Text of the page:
“It’s a Russian military ship… The distance from us is about four and a half miles,” the young commander of a Ukrainian naval vessel said, pointing to a marker on his radar screen.
“Every time we go out at the sea, when we perform some tasks, we constantly bump into them and they constantly follow us and watch us,” he told Sky News.
He said the Russian vessel appeared to be close to a commercial ship on this occasion.
The Ukrainian commander was careful any movements he made would not be seen by the Russian side as a provocation.
The Sea of Azov is a unique flashpoint in the conflict between Moscow and Kyiv.
A vital pocket of water, it is encircled by both countries as well as Crimea, the Ukrainian peninsula that was annexed by Russia eight years ago.
Back in 2004, during less hostile times, an agreement was struck between the two sides to share the waterway, meaning the border of Ukraine and Russia respectively begins at their shores rather than 12 miles out to sea.
However, since Russian President Vladimir Putin seized Crimea and backed an insurgency in eastern Ukraine, his navy and coast guard have also increasingly imposed greater control over the Azov, according to Ukrainian naval commanders.
Sky News was invited onto Senior Lieutenant Bakumov’s vessel, called Vyshgorod, for a brief trip out to sea from a small naval base in Berdyansk, a port city in southeast Ukraine.
The fresh-faced officer, dressed in naval camouflage uniform, with a black jumper for extra warmth, said he and a small team of fellow sailors operate the lightly-armoured vessel, which is armed with two weapons systems that can fire grenades and bullets.
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Stepping onto the deck was a daunting prospect in the freezing cold of winter.
Ice and snow had turned the pale grey-coloured metal surface into an ice-rink and there was no railing to catch the clumsy-footed.
Asked whether any sailors had ever fallen overboard, one stern-faced officer said: “No.”
Asked whether they had ever lost a journalist, he also said: “No”.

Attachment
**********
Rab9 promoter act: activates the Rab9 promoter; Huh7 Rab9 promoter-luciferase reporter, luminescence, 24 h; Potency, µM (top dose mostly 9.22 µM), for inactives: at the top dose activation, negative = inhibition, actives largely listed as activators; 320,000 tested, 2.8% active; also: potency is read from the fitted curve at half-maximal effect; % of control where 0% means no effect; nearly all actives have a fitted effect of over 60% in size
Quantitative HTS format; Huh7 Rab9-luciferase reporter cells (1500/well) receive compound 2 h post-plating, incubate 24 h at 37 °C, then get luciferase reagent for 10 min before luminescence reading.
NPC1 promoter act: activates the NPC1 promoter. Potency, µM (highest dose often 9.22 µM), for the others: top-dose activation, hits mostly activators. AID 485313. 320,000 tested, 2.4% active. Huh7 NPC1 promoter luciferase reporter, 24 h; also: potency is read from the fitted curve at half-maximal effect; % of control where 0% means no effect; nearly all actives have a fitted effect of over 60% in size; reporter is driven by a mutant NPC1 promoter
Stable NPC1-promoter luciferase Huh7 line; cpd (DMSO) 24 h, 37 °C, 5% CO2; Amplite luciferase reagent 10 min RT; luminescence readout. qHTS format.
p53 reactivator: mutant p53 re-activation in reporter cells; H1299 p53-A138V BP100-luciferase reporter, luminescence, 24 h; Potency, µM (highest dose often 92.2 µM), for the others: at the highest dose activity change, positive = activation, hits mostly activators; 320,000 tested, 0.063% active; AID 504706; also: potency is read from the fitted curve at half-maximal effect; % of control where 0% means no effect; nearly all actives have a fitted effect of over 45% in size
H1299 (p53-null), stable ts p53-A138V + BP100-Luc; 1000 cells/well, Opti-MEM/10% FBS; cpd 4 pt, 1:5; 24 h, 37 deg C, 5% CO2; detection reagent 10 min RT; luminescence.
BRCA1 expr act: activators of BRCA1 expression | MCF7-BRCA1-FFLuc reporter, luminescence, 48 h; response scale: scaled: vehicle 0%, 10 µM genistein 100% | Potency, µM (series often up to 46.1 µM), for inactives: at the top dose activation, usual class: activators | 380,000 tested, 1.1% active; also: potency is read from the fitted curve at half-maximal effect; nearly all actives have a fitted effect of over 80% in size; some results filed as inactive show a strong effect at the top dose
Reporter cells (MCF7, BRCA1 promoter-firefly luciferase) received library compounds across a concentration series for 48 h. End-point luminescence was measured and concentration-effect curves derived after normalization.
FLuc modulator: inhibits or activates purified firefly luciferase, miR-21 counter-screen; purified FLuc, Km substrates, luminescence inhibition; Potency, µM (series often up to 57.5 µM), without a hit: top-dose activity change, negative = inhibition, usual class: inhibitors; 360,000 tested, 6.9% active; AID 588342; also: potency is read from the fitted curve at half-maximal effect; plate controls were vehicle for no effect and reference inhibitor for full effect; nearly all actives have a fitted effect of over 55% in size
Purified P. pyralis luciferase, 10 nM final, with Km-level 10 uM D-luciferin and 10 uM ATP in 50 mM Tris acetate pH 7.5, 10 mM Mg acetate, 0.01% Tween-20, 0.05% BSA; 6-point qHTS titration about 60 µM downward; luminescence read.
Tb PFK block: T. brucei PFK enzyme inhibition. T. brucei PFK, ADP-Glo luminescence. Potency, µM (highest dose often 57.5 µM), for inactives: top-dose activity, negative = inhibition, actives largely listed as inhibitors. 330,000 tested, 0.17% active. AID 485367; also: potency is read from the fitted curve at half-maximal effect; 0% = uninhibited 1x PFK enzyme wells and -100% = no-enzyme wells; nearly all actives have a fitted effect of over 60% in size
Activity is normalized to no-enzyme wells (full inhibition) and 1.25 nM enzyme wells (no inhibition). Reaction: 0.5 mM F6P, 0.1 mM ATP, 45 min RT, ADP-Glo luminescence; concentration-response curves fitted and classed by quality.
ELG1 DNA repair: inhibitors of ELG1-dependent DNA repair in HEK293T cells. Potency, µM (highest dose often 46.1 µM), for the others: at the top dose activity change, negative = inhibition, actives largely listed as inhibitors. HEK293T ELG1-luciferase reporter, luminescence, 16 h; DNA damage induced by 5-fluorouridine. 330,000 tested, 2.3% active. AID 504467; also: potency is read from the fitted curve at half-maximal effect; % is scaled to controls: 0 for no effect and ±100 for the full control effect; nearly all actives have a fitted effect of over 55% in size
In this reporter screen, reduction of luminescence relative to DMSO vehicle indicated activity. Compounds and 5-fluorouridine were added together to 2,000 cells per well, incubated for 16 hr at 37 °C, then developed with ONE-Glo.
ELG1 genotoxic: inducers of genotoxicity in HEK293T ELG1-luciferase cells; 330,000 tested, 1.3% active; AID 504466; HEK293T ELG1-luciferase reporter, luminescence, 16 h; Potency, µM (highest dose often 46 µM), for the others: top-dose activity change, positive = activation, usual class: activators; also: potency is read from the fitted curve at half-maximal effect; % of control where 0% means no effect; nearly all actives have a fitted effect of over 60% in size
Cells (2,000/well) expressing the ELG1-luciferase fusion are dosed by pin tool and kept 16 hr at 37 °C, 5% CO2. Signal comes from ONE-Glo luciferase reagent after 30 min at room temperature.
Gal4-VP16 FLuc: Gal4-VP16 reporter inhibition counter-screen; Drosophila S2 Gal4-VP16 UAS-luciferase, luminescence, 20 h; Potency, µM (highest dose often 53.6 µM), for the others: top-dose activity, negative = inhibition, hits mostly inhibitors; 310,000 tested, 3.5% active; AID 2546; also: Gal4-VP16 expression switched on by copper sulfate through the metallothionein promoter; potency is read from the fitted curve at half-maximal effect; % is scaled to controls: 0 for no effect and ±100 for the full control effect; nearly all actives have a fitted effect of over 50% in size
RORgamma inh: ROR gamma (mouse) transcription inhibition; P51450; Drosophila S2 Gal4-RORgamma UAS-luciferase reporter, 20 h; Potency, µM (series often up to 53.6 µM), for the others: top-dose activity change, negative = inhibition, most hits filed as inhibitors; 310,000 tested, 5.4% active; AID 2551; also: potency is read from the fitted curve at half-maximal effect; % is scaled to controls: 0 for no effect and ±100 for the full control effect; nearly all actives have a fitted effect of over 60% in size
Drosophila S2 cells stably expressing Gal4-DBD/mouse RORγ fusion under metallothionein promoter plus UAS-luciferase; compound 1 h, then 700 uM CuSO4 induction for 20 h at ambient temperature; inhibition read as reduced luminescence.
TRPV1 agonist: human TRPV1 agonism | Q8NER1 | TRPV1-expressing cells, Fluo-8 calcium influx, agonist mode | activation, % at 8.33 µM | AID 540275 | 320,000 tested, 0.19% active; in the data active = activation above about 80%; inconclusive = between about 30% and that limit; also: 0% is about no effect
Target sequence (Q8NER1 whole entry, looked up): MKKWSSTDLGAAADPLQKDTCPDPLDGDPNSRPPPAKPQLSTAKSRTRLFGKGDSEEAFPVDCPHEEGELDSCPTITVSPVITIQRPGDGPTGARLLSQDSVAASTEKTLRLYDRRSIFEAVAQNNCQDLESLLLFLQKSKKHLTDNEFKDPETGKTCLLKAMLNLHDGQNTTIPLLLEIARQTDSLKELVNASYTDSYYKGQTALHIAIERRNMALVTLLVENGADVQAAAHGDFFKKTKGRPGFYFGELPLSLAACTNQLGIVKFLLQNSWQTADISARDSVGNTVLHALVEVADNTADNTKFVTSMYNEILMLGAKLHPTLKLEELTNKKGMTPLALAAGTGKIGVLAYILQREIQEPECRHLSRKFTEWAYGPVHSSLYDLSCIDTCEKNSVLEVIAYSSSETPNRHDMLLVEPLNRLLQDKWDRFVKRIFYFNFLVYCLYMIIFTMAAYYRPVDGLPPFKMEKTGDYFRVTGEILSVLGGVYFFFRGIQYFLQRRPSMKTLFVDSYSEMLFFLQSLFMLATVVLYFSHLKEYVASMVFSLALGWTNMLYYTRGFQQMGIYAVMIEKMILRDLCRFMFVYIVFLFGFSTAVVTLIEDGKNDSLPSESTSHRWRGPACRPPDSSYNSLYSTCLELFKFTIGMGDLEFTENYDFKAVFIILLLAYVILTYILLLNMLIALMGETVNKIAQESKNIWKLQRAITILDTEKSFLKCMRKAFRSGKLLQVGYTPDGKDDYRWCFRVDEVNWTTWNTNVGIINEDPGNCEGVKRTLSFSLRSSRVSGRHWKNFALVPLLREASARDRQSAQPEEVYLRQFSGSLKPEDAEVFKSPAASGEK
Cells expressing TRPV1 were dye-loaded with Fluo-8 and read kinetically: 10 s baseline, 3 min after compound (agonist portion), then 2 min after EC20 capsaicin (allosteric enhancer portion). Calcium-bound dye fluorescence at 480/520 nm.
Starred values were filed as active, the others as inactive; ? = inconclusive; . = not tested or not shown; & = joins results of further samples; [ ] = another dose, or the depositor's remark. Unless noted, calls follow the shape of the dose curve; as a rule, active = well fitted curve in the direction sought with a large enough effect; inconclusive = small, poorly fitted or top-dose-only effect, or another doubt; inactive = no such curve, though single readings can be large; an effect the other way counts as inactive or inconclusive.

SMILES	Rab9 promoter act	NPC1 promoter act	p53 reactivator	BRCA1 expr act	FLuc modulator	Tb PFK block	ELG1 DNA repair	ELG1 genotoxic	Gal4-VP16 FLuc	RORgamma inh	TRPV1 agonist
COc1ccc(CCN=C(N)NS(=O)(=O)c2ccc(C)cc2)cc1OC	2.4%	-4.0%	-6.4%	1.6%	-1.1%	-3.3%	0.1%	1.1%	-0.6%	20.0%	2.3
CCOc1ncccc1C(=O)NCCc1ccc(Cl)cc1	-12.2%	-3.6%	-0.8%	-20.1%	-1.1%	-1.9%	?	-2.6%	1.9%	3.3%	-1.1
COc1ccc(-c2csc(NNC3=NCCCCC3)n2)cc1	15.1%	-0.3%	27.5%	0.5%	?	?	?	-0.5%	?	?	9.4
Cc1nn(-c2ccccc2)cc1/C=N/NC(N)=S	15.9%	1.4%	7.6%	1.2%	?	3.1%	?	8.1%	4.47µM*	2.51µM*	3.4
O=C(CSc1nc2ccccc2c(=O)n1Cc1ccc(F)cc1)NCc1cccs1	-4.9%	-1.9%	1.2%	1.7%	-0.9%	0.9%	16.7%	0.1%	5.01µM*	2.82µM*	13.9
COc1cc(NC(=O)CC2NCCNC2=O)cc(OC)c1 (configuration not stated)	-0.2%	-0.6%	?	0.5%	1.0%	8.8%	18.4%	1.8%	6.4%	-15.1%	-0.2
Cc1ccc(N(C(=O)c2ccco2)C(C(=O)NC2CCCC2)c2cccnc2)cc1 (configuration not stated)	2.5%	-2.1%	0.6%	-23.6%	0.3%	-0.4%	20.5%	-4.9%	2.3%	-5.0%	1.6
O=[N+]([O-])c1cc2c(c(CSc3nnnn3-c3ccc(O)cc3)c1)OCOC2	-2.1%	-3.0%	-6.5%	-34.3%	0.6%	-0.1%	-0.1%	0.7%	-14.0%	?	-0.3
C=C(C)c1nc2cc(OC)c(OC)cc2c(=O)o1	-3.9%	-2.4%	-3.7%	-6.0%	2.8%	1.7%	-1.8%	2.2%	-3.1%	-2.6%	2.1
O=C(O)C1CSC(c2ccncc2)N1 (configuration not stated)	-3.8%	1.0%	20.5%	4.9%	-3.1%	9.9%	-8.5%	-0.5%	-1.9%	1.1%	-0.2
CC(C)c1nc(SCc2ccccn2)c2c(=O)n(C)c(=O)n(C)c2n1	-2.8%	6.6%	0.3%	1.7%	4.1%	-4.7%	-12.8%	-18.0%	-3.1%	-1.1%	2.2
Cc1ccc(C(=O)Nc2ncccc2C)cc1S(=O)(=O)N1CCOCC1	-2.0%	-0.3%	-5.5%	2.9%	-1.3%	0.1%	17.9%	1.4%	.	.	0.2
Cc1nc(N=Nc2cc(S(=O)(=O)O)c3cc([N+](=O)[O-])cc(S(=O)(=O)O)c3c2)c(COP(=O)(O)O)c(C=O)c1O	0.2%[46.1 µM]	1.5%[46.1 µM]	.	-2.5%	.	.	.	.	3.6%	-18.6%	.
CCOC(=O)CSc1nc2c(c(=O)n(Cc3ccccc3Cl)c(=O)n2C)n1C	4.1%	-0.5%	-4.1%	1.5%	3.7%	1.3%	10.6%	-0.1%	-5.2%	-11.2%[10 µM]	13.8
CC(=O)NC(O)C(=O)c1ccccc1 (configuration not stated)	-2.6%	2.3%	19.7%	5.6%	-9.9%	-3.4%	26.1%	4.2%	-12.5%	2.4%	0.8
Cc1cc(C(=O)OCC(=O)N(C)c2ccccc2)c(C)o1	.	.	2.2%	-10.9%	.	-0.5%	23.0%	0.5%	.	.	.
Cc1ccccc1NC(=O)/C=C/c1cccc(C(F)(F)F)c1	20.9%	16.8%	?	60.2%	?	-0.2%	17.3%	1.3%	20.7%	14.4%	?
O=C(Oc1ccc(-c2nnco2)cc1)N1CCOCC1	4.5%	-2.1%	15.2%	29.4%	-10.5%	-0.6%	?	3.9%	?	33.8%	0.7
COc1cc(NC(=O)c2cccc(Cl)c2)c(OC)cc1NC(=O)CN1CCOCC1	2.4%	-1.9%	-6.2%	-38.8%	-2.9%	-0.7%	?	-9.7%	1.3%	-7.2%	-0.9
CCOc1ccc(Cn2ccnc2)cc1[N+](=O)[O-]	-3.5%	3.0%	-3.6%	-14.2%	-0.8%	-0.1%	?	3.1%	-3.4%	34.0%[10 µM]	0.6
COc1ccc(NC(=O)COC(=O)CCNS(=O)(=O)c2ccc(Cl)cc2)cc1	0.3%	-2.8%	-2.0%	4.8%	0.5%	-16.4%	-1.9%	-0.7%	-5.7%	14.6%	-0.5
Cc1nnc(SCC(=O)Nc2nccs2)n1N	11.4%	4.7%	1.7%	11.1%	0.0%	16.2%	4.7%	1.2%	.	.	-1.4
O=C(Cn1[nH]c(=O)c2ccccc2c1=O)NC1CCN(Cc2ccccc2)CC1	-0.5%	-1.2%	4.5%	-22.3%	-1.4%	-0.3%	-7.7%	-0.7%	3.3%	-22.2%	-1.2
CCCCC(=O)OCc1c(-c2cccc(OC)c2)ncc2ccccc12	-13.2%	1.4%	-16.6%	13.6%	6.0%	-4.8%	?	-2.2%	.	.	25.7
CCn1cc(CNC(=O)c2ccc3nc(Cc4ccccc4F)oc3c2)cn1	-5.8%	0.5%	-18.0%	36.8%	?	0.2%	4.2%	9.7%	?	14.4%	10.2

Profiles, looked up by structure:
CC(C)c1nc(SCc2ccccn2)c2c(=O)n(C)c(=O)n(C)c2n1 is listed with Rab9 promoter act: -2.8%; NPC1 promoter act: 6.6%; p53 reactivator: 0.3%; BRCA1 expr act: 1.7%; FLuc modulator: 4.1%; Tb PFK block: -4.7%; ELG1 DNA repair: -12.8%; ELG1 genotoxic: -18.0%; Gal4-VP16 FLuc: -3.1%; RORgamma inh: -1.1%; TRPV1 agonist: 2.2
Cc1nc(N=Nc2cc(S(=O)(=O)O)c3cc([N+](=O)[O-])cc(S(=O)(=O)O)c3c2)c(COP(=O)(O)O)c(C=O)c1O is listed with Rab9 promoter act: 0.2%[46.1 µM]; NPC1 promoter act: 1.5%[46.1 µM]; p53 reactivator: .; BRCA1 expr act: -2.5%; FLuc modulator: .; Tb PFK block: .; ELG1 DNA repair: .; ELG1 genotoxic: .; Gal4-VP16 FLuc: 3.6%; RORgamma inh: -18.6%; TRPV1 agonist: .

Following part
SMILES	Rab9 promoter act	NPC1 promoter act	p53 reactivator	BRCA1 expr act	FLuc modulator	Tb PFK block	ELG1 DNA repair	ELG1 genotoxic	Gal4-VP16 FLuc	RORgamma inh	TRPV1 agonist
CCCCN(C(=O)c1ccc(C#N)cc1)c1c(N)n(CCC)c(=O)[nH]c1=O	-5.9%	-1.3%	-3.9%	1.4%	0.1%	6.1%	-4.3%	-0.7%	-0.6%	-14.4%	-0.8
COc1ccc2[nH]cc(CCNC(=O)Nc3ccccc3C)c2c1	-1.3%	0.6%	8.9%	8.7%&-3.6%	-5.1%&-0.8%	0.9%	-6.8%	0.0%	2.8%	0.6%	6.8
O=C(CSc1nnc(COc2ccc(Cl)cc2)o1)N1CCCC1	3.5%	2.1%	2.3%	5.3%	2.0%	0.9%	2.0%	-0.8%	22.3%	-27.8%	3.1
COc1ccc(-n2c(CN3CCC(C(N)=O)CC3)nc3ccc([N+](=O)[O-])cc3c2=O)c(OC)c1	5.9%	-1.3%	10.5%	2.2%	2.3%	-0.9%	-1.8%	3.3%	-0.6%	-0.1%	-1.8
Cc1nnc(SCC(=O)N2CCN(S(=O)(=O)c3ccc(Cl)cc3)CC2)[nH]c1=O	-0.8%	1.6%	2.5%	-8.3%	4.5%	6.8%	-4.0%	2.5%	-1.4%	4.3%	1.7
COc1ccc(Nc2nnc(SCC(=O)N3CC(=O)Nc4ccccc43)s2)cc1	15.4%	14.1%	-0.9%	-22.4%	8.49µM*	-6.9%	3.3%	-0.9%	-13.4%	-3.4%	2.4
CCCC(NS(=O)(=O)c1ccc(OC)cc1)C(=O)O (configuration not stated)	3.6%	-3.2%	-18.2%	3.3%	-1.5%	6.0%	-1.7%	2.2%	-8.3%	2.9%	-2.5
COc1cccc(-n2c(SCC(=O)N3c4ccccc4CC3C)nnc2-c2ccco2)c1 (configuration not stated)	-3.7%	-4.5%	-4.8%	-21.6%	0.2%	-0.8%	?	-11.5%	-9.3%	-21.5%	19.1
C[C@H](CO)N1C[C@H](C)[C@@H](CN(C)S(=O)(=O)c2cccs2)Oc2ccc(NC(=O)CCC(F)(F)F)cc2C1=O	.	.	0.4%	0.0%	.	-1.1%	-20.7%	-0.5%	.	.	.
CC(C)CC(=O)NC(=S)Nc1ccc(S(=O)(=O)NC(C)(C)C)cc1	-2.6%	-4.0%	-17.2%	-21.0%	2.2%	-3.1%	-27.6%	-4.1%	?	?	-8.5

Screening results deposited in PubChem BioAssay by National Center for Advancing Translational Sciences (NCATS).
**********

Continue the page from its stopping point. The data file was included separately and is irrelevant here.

Asked whether, were a journalist to plunge into the icy waves, he would dive in and save them, he cracked a smile but again said: “No.”
Hopefully a joke.
Warning ‘they may use their weapon against us’
The sailors are able to stay out at sea on their boat for up to five days – a tour they typically do more often in the summertime.
During the winter months, trips out are more sporadic.
The team’s primary task is to help protect the Ukrainian coast from any Russian attack.
They are also at times told to accompany commercial ships travelling out of the port in case they encounter any problems with Russian patrol ships.
Senior Lieutenant Bakumov said encounters with his Russian counterparts were varied.
“It is not always (aggressive) but (there are) situations when they really start acting aggressively towards us and perform the illegal actions,” he said, looking out to sea from his command post.
Asked when that happens, he said: “The dangerous manoeuvring or they warn us that they may use their weapon against us.”
He said that happened to him on one occasion when he was accompanying ships transiting close to the Kerch Strait, a particularly sensitive but important area that connects the Sea of Azov to the Black Sea, making it a vital transit point for all trade coming in and out of Ukraine and Russia from that sea route.
Ukraine slowly building back naval power
Ukraine’s ability to protect its sea lanes and coastlines became a lot harder after Crimea was taken.
The peninsula had been the home port for the navy.
The majority of Ukraine’s naval ships were captured in a devastating blow for a nation that needs the sea for economic trade and security.
But commanders are slowly building back their naval power with the help of international allies – in particular Britain, the United States and Canada.
One plan is to revamp the Berdyansk base, turning it into Ukraine’s main naval base on the Sea of Azov within the next couple of years.
A promise by the UK to offer credit to Ukraine to help fund the project means commanders appear confident a shoreline of large stone boulders will soon be transformed into a dock.
“It means that our capacity to resist the enemy is increasing,” said another officer, Senior Lieutenant Yaroslav Shevkhenko, 30, gesturing to the area where the modernised base is being built.